Regional Web Site for Europe



  Mosaic ceilings of Pasteur Institute, Paris - France  

Home

Editorial Director: Dr Belev

10.11.2015

GF-TADs for Europe First Action Plan (2012-2016)

 

The regional branch of the FAO/OIE Global Framework for the Progressive Control of Transboundary Animal Diseases (GF-TADs) for Europe was set up in 2005. It was originally intended to provide a coordinated and effective response to the threat of avian influenza (highly pathogenic avian influenza [HPAI] strain H5N1) affecting several European countries, as well as a multi-stakeholder consultation and coordination platform for defining a longer-term harmonised regional vision and policy for the prevention and control of priority transboundary animal diseases in the region. These diseases include avian influenza (HPAI), foot and mouth disease (FMD), African swine fever (ASF), classical swine fever (CSF), peste des petits ruminants (PPR), rabies and, since 2012, brucellosis, because of its growing epidemiological importance in Central Asia and the Caucasus. Reinforcing Veterinary Services was also selected as a priority theme for action in the region. The GF-TADs branch for Europe is governed by the Regional Steering Committee of GF-TADs for Europe. It is chaired by the Director for Veterinary and International Affairs at the European Commission and supported by the OIE Sub- Regional Representation in Brussels, which provides the Secretariat.

At its Third Meeting (RSC3, Brussels, February 2010), the Regional Steering Committee asked its Secretariat to work on formulating a multi-annual regional action plan (see Recommendation No. 2 of the RSC3), in response to requests from several Member Countries. There was also a forceful call from the Global Steering Committee, co-chaired by the OIE and FAO, to draw up GF-TADs regional action plans as a basis for drafting the GF-TADs Global Action Plan, based on the identification of priorities common to several regions. GF-TADs Europe was the first to start work on its Action Plan, which could provide a basis for the other four regions.

In 2011, a working group, comprising representatives of the OIE, FAO and the European Commission, and guided by the GF-TADs regional Secretariat, was formed to prepare the regional action plan. To avoid the pitfall of duplication of or competition with the actions of donors and organisations or institutions already operating in the region, it is vital to remember that GF-TADs is a consultation mechanism and was not designed to implement programmes or projects. On the other hand, the strength of the Action Plan should be its ability to take into account countries’ demands and needs, expressed at regional animal health meetings. The conclusions and recommendations of the 12 regional meetings held during the 2010–2011 period were studied carefully. Finally, the Action Plan should be coherent, in terms of both objectives and general principles, with the Basic texts of GF-TADs (the GF-TADs Agreement of May 2004), the conclusions of the 2009 GF-TADs evaluation and the institutional strategies of the three flagship organisations (the OIE Fifth Strategic Plan, the FAO ‘One Health’ Action Plan, and the European Commission’s new European Union animal health strategy, ‘Prevention is better than cure’). The GF-TADs label is proof not only of quality, coherence and relevance, which guarantees that the activity is productive while being a priority for the region, but also of OIE and FAO support, which could facilitate the search for funding, where appropriate. The expected outcomes and a list of activities were defined for each disease, which involved holding regional consultations and training meetings and drawing up a portfolio of regional activities for each disease. Of note is the fact that regional activities resulting from a GF-TADs global prevention and control strategy – as is currently the case for FMD (the global strategy for which is presently being drafted) – are labelled automatically. The same applies to GF-TADs labelling of activities underpinning the core activities of GF-TADs Europe, such as Steering Committee meetings or any other activity to support the regional Secretariat. For other activities, it is up to the project leader to submit a request for labelling to the GF-TADs Steering Committee on a purely voluntary basis. The Action Plan is established a posteriori at the end of the year, and includes both the activities that have obtained the GFTADs label and those of the main participants in the sub-region who contribute to the GF-TADs Europe objectives (such as OIE PVS Pathway activities), and are discussed at the regional platform (Regional Steering Committee Meetings).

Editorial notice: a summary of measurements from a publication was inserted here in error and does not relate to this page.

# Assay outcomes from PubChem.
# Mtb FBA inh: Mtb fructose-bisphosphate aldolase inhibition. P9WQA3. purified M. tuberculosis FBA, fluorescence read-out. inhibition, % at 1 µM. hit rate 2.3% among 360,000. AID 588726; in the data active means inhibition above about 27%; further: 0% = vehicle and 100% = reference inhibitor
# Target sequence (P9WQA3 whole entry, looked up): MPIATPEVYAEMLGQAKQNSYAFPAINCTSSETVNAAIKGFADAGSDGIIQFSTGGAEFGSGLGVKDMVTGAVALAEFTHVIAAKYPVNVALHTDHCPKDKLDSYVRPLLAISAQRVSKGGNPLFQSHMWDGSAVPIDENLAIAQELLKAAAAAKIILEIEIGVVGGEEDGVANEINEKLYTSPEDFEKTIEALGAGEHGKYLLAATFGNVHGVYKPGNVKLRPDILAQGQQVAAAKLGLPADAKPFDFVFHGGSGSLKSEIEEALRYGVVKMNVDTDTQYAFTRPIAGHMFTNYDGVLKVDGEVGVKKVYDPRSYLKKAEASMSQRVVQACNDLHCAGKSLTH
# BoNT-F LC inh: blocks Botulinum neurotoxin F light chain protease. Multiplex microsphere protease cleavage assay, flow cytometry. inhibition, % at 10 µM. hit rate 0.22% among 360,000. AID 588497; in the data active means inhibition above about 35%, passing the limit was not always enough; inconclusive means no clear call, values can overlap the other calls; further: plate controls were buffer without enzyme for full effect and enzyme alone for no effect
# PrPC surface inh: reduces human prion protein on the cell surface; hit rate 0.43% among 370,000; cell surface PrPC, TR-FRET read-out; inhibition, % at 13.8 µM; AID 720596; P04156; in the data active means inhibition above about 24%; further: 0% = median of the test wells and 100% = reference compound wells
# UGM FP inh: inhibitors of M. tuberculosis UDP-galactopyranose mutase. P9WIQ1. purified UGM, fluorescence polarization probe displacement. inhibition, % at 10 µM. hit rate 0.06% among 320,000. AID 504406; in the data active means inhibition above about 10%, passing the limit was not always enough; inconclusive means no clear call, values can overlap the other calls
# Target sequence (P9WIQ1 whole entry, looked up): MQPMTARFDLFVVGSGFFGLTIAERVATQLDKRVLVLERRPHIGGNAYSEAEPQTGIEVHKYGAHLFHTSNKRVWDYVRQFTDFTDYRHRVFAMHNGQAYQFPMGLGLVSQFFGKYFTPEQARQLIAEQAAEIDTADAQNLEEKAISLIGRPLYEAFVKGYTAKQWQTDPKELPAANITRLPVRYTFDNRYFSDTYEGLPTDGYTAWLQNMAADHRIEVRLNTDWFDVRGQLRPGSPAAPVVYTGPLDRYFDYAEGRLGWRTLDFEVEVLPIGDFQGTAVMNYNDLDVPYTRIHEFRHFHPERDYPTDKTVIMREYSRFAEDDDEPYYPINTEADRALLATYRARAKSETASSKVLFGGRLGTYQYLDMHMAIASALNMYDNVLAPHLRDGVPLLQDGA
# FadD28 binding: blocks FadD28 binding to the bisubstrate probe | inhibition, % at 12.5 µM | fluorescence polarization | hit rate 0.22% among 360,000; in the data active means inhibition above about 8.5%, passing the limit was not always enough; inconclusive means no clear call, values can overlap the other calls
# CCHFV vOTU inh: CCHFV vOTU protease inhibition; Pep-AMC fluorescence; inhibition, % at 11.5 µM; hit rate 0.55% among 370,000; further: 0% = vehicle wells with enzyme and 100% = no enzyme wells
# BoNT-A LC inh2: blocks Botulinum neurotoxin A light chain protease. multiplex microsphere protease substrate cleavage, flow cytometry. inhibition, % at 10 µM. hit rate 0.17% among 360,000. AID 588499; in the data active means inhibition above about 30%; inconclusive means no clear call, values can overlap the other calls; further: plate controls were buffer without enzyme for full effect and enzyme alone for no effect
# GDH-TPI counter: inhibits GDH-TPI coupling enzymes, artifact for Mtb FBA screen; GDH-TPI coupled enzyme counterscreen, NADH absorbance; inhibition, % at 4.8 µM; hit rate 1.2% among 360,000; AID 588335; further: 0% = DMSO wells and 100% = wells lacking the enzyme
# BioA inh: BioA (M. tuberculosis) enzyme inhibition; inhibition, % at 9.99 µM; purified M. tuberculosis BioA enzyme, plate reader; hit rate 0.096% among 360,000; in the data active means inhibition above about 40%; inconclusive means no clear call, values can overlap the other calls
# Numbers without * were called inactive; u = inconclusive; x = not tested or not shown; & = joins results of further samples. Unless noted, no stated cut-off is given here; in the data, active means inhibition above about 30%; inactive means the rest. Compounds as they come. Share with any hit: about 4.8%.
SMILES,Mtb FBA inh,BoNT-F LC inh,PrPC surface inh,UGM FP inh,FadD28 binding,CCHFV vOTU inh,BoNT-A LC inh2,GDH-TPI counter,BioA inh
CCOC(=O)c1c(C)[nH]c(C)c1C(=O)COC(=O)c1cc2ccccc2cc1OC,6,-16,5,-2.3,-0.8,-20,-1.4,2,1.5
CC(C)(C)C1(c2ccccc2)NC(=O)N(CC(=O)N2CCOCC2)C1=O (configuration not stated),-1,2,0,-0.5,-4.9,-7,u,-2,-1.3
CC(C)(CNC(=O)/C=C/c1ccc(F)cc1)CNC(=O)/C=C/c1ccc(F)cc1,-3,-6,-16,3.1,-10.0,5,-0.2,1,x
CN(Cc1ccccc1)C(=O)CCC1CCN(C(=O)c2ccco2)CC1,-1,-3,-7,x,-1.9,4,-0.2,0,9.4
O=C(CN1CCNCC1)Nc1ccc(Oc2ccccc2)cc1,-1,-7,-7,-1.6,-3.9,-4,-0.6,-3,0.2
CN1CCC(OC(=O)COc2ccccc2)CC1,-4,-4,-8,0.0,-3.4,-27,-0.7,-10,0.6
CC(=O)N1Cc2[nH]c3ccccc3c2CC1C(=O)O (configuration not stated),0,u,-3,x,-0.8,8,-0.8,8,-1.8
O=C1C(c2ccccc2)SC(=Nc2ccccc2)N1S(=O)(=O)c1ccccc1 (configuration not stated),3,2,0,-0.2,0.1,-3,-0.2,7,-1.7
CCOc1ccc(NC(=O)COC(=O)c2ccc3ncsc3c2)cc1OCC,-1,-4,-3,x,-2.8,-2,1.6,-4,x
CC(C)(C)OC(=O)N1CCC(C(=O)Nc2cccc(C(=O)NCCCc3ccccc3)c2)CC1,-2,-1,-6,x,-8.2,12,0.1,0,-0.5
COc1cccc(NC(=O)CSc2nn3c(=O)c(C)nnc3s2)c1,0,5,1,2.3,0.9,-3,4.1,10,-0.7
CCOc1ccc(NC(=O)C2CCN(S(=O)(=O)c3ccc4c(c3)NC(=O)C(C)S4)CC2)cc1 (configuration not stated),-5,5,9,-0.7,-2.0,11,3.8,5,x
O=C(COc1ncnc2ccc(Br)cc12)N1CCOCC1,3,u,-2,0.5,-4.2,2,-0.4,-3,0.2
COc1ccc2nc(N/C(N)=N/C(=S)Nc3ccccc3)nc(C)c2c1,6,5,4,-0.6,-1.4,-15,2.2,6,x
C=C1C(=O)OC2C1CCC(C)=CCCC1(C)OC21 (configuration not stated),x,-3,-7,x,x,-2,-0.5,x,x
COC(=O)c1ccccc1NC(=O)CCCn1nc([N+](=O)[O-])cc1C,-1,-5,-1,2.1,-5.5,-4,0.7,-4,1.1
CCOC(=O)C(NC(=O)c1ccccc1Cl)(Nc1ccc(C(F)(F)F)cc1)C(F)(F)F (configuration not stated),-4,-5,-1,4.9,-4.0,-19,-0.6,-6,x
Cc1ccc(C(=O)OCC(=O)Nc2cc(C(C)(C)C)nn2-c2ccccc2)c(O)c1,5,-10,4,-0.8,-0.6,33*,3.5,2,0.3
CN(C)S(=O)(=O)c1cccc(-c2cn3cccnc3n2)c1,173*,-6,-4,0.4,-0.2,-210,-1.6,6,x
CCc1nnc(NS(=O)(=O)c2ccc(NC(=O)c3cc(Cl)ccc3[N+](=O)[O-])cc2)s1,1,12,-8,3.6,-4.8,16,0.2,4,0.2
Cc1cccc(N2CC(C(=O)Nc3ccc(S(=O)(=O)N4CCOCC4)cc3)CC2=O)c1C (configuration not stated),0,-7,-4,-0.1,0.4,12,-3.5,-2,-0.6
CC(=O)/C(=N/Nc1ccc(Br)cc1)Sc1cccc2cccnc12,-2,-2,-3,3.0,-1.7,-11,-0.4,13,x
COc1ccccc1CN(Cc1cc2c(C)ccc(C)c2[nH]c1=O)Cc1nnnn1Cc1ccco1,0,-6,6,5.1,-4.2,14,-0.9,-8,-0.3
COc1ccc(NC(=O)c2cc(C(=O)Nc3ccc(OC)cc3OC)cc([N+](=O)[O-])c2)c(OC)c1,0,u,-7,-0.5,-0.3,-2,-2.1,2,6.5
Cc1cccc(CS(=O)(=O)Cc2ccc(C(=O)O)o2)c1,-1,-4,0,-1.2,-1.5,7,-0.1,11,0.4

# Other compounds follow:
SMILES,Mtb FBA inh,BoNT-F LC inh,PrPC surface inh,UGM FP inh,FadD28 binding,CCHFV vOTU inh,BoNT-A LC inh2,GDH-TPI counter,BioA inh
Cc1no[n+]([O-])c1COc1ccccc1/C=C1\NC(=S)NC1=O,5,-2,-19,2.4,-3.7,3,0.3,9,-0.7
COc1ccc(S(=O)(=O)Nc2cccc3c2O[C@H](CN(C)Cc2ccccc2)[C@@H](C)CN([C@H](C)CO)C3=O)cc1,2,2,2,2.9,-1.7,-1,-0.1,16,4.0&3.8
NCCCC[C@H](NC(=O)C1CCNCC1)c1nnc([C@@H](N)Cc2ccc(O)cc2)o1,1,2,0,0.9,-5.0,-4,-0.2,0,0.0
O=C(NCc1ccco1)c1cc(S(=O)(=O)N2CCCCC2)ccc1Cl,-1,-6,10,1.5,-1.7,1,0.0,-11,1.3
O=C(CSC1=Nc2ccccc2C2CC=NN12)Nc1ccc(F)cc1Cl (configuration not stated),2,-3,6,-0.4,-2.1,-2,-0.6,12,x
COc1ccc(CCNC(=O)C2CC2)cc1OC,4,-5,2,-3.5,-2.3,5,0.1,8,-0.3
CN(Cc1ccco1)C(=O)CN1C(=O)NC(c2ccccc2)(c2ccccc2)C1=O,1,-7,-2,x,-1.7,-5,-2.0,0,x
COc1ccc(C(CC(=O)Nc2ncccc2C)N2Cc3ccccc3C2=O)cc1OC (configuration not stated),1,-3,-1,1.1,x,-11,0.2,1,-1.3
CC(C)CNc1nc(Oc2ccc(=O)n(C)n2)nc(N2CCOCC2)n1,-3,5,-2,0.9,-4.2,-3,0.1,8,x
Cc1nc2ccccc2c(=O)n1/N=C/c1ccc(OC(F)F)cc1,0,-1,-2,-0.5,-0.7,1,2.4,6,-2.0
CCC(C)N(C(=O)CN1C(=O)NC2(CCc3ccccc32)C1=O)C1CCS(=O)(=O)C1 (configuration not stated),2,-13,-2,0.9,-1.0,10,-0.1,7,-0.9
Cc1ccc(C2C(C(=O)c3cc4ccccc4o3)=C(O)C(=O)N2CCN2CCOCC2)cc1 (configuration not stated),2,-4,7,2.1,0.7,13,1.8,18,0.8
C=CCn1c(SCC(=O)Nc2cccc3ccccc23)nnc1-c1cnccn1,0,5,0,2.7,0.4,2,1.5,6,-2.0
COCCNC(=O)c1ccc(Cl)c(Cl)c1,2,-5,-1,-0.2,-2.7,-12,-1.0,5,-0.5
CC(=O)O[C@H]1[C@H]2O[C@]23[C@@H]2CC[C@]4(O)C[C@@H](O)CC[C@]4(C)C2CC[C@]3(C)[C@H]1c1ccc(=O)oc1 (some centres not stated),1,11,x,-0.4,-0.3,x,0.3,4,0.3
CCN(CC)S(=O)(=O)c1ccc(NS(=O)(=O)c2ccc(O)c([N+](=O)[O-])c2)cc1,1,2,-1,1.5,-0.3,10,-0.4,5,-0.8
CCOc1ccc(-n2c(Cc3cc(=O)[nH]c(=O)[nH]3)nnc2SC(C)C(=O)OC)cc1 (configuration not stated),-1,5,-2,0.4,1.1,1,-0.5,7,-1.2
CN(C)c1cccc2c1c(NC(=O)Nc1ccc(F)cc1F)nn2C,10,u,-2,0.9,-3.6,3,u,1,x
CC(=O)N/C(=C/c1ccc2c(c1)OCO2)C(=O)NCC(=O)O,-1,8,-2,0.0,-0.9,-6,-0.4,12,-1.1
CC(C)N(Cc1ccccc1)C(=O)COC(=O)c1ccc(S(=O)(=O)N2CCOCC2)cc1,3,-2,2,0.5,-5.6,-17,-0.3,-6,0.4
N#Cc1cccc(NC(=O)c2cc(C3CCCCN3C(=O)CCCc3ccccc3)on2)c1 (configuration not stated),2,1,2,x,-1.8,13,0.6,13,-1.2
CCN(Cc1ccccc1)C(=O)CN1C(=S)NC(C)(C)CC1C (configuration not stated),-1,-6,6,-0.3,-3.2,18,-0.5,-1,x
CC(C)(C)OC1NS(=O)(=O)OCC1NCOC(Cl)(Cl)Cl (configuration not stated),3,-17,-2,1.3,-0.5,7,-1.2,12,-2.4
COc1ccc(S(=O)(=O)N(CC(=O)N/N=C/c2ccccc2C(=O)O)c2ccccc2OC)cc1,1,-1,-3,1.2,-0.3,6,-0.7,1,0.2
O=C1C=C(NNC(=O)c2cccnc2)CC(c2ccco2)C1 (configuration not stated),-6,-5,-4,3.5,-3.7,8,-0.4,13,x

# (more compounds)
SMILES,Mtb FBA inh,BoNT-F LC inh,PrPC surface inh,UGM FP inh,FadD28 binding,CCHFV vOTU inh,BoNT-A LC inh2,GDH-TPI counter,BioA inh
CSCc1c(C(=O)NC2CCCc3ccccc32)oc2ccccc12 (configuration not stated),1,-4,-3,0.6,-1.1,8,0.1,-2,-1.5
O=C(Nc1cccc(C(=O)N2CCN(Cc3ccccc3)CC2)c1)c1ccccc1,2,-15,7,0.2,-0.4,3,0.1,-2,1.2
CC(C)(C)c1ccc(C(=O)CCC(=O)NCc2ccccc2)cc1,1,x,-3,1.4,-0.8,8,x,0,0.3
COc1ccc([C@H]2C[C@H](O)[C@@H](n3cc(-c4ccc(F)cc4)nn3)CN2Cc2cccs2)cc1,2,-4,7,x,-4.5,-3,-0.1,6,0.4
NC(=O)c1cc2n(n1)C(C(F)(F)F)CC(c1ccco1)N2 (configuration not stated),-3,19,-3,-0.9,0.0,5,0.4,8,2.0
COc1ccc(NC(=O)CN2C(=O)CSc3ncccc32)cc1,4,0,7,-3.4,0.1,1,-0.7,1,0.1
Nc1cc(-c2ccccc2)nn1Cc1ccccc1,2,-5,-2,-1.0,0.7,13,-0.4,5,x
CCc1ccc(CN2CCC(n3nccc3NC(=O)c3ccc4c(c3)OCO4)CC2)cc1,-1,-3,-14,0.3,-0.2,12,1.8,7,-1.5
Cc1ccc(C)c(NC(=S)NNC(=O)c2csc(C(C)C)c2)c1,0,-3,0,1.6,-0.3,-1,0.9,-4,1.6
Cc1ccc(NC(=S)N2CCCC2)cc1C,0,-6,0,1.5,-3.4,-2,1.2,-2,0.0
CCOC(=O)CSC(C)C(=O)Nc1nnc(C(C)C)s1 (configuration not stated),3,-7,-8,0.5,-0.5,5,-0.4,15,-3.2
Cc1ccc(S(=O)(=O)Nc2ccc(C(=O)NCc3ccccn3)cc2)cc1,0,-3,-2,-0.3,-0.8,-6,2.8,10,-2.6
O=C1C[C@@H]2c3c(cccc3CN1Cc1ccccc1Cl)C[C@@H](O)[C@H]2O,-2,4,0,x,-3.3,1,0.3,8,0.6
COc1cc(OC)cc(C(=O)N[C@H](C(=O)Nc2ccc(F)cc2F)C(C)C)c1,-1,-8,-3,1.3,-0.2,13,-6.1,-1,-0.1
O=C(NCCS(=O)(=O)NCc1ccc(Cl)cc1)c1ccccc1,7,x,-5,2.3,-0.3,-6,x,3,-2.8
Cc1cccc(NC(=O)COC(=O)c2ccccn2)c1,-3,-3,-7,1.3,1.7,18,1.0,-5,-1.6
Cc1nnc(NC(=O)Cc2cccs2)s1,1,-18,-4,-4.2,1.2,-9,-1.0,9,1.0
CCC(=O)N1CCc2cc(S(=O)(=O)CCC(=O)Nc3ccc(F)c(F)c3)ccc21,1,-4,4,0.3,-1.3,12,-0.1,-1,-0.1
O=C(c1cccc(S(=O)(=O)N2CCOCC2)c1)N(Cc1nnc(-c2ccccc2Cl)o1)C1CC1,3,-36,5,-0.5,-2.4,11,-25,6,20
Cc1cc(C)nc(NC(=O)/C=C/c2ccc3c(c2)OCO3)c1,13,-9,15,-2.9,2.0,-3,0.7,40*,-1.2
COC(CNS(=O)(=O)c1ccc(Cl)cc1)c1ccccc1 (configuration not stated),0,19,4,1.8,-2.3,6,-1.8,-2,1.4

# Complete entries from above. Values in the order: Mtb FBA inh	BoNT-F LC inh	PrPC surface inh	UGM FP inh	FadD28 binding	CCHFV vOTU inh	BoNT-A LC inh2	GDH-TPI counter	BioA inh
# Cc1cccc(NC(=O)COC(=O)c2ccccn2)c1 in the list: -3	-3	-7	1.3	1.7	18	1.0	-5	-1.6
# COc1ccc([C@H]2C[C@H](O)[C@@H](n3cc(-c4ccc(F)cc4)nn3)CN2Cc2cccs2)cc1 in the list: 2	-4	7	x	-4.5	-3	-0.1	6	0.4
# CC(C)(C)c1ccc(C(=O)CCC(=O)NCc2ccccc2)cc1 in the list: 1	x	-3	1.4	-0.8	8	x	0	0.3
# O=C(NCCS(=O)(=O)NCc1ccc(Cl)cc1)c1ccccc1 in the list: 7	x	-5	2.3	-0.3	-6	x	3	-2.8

The effectiveness of GF-TADs will be measured each year, using performance indicators linked chiefly to the epidemiological situation in the region, after establishing the reference situation for each of the indicators selected in 2011. The GF-TADs Action Plan was presented and discussed at the Fourth Meeting of the GF-TADs Europe Steering Committee, held in Brussels in January 2012. Members will officially validate it in late April, at which point it will become operational.  

GF-TADs for Europe 2012-2016 Action Plan